[4652] See Notice 1601, Government Gazette, Vol. 470, 4 August 2004, available at <>. See also "Draft Directive for Telecommunication Service Providers who have not been issued with the Directive for mobile cellular operators, fixed line operators or Internet Service Providers" available at <> and "Draft Directive for value added Network (VAN) Licence holders providing Internet Services," available at <>.

[4653] This trend can be observed in the growing number of cases concerning interception of e-mail in the workplace, e.g., Bamford & Others v. Energizer (SA) Ltd [2001] 12 BALR 1251 (P) (employees suspended for forwarding e-mails with pornographic, sexist and racist nature) and Cronje v. Toyota Manufacturing [2001] 3 BALR 213 (CCMA) (an employee was suspended for circulating a racist e-mail).

[4654] Act 25 of 2002. Available at <>.
[4655] Chapter III.
[4656] Chapter XIII.
[4657] By incorporating notice and take down procedures; mere conduit recognition and safe harbor provisions. Liability will only attach where an ISP has direct knowledge of illegal or objectionable material and fails to take effective action as required by law.
[4658] The Act does not require websites to have a security or privacy policy, nor does it prescribe what such a policy should contain. If a website does happen to have a policy, it is usually based on the codes of conduct of various associations in the data collection sector.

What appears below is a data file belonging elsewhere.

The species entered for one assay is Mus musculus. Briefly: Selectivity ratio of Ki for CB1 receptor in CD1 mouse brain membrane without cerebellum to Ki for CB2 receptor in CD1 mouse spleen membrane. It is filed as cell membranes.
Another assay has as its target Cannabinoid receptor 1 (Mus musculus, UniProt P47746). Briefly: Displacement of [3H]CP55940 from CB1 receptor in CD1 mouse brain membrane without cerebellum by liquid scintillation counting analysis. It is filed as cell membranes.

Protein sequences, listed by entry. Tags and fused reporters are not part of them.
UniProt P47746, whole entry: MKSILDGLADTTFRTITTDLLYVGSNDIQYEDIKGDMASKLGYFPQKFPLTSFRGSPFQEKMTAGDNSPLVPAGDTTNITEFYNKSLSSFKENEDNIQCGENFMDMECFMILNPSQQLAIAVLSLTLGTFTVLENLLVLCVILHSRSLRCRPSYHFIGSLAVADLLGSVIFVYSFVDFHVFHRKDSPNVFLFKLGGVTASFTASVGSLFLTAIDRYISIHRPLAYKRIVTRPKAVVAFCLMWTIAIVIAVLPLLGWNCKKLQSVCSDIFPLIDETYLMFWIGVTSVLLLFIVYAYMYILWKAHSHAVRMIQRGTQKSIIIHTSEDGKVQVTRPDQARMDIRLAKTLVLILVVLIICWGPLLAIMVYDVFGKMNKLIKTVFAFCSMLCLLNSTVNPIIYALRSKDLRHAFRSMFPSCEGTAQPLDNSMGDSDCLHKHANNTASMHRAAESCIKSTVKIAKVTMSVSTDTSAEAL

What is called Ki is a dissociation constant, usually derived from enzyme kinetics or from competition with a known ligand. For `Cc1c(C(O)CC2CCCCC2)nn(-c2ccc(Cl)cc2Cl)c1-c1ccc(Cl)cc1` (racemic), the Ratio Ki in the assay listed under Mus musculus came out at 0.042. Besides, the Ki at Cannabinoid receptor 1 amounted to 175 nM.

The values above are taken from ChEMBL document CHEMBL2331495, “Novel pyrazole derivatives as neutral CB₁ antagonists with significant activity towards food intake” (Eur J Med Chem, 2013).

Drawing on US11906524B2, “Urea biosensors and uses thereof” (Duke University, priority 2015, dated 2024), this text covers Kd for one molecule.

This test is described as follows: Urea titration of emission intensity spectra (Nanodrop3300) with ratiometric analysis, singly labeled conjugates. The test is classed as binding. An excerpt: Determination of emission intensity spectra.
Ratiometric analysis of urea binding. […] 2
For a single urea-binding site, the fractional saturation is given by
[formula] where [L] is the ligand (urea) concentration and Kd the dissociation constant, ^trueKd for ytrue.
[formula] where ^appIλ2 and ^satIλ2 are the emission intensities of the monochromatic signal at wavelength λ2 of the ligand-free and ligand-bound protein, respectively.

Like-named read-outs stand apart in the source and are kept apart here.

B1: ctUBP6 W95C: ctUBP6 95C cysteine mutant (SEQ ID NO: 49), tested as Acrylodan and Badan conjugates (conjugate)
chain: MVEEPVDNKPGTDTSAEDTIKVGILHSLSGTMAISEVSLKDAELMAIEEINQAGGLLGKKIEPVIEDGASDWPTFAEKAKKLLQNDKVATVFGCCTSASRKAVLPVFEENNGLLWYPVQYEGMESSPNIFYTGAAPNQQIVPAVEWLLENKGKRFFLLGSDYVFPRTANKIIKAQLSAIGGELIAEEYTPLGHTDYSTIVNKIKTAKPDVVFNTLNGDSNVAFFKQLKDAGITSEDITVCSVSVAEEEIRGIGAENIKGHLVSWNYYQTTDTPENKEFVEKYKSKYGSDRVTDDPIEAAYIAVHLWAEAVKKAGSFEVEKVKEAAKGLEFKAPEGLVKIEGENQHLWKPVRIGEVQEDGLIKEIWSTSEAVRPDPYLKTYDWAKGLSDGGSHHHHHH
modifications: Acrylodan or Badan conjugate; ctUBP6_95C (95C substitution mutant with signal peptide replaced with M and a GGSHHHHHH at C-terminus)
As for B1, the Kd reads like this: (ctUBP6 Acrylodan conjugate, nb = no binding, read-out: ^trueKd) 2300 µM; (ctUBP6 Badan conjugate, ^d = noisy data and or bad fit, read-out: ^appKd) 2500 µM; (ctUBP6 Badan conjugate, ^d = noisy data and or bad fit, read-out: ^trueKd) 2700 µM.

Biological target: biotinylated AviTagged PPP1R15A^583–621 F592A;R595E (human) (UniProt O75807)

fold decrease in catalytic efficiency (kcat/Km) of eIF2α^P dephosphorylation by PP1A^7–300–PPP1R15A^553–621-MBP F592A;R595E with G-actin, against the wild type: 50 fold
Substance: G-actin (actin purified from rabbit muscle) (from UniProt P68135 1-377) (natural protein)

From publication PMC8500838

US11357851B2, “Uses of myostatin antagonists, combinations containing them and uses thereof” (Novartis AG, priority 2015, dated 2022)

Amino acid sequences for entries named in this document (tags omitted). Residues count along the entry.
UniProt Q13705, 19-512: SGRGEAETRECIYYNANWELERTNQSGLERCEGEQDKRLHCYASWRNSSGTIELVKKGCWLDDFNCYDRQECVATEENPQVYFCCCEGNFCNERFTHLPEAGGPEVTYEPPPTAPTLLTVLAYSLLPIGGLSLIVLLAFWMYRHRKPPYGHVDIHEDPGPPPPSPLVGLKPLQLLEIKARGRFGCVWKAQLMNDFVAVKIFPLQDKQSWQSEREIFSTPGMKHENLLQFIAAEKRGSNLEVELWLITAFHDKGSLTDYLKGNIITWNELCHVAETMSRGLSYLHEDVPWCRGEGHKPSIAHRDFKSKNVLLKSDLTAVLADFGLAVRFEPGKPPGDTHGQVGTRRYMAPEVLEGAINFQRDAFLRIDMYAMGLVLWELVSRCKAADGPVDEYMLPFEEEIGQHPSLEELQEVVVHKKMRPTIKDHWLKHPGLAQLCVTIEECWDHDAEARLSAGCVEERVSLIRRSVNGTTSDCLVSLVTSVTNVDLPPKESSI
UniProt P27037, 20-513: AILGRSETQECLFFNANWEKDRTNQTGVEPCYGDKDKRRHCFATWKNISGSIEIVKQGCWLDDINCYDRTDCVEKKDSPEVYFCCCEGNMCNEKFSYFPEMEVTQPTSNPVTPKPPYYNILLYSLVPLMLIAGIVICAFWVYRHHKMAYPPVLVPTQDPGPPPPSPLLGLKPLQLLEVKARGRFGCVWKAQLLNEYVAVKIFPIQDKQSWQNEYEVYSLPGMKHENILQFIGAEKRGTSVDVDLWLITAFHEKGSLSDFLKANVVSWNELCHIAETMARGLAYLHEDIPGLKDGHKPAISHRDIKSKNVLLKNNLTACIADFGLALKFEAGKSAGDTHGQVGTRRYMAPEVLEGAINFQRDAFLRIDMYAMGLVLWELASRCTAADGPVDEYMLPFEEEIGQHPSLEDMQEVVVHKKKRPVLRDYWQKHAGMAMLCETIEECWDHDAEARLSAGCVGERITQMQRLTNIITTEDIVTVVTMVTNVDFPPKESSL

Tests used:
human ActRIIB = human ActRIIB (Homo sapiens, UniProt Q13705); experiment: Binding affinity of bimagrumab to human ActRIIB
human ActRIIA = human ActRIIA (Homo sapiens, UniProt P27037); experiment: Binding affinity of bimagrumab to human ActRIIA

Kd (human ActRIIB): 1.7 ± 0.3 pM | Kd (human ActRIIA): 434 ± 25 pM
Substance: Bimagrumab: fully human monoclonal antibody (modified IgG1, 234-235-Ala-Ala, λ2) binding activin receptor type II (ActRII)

[4659] Act No. 2 of 2000.

[4660] The background to the Act’s reforms are set out in a useful policy document of the South African Department of Trade and Industry (Consumer Credit Law Reform (August 2004), available at <>. The Act is available at <>.

[4661] See para 3.12 of the policy document above.

[4662] "Smart Cards to Replace ID Books in SA in 2001," Africa News, February 1, 2000.
[4663] "Joint leader in portfolio management," Financial Mail, November 25, 2005, available at <>.

[4664] Deputy Minister of Home Affairs, Malusi Gigaba: Home Affairs Department Budget Vote 2004/2005.

[4665] Act 2 of 2000.